Liberties Reporting on First Amendment freedoms

Britain struggles to curb extremism while respecting free speech

Free Speech | A new commission against terror raises concerns about freedom of expression
by Bonnie Pritchett
Posted 7/25/17, 02:36 pm

In an effort to fight terrorism within its borders, the United Kingdom has called for the establishment of the Commission for Countering Extremism. Critics worry attempts to ferret out extremists before they strike could result in collateral damage to free speech rights.

A 2015 proposal, the Extremism Bill, “proved controversial,” according to a House of Commons report, and was scrapped. But in the wake of the most recent homegrown terror attacks, Parliament is again trying to “[stamp] out extremist ideology in all its forms, both across society and on the internet, so it is denied a safe space to spread,” Queen Elizabeth II said in her June 21 speech before Parliament.

Defining the terms in the war on words could prove elusive, and therein lies the threat to free speech, said Laurence WiIkinson, an attorney with Alliance Defending Freedom International. Few British citizens agree on how to define “extremism,” a survey released last week indicated.

Wilkinson said Parliament’s working definition of “extremism” is “vocal or active opposition to fundamental British values, including democracy, the rule of law, individual liberty, and mutual respect and tolerance of different faiths and beliefs.”

“I’m sure you could come up with a lots of views or beliefs that fall into that category,” he told me.

Pollsters did not define “extreme” before asking respondents whether they would use the term to describe any among a list of eight individuals. Considered individually, not comparatively, Martin Luther King Jr., Nelson Mandela, and Jesus each were categorized as “extreme” by 25-28 percent of participants. Pol Pot received the most extreme rankings at 58 percent, followed by Napoleon at 51 percent.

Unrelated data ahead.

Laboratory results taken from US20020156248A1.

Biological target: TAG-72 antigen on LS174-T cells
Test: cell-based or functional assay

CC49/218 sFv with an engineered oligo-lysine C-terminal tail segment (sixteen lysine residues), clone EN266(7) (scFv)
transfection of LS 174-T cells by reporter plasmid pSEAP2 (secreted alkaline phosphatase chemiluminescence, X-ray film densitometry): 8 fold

Pollsters then asked a series of questions beginning with the prompt, “In your opinion, is it extreme to believe …” From climate change to austerity and gender assignment to same-sex marriage, responses showed a significant divide in opinion. Thirty-seven percent polled said it is not extreme to believe gender should not be assigned at birth, and yet they split 47-46 percent in believing the statement “mothers should always stay home to look after children instead of doing paid work” is extreme.

The majority, 54 percent, agreed that the word “extreme” is not a “helpful word” when describing social and political opinions.

Wilkinson said the survey sponsors, the Evangelical Alliance UK, ADF International, and other human rights groups, support counterterrorism efforts but fear the slippery slope of censorship as a commission tries to define “nonviolent extremism.” Wilkinson said the proposed commission is not yet receiving the same pushback as the Extreme Bill, but observers are waiting to see who will staff it and what the scope of its authority is.

Facebook Facebook Carl Sandburg College students march in a 2013 parade in Bushnell, Ill.

Chilling speech on campus

A college named for poet, journalist, and Pulitzer Prize–winner Carl Sandburg has set new rules that seriously limit use of the bard’s stock and trade—words.

Carl Sandburg College in Galesburg, Ill., recently instituted an elastic dragnet to catch offenders who “intimidate,” “disparage,” or “create a hostile environment” with their speech. Initiating or participating in “incidents of bias or hate crimes” is also among the list of offenses that could result in disciplinary penalties from administrative admonition to immediate suspension.